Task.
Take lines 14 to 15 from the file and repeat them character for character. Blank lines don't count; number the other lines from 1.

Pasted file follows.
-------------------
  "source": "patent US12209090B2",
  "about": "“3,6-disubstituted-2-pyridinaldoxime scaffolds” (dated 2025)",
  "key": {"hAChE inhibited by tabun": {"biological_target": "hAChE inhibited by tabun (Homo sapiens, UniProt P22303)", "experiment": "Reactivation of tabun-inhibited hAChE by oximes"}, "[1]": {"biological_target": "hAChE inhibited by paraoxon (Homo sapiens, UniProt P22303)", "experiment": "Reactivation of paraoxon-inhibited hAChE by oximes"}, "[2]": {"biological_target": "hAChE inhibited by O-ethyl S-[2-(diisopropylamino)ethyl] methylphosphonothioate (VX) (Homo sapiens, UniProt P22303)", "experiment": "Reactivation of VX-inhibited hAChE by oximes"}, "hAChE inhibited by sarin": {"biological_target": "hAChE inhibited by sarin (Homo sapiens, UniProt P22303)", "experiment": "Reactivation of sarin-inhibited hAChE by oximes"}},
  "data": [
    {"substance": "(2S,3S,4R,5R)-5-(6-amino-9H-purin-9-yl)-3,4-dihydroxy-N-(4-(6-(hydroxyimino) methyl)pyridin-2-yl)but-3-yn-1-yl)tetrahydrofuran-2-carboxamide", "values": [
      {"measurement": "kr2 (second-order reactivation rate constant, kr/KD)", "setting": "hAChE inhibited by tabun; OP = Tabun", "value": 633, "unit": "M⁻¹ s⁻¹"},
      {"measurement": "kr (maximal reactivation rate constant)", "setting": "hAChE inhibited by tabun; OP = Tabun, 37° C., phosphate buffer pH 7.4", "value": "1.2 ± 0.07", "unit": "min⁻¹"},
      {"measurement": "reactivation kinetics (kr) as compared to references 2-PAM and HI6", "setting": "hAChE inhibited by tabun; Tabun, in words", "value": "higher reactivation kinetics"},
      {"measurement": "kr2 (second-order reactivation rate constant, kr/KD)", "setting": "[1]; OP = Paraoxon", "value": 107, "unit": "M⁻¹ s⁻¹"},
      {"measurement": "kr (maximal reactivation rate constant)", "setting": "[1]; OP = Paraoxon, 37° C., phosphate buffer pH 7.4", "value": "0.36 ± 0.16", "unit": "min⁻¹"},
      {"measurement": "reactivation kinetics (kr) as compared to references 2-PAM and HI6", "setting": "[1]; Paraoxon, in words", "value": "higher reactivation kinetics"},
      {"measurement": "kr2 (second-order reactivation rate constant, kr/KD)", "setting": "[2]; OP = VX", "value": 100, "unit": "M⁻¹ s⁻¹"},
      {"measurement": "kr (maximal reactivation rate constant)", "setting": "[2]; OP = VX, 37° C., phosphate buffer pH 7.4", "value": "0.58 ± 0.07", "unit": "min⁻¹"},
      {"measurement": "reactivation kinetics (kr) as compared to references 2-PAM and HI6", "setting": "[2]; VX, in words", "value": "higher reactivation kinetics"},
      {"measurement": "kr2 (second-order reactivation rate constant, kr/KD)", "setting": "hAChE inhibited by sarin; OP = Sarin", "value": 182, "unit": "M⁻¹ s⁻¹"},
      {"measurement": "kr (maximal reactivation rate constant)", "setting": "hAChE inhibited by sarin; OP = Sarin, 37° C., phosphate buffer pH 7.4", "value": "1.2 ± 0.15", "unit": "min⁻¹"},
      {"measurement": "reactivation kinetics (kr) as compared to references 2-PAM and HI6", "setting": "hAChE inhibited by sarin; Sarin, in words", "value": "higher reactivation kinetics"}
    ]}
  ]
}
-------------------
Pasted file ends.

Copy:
      {"measurement": "reactivation kinetics (kr) as compared to references 2-PAM and HI6", "setting": "[2]; VX, in words", "value": "higher reactivation kinetics"},
      {"measurement": "kr2 (second-order reactivation rate constant, kr/KD)", "setting": "hAChE inhibited by sarin; OP = Sarin", "value": 182, "unit": "M⁻¹ s⁻¹"},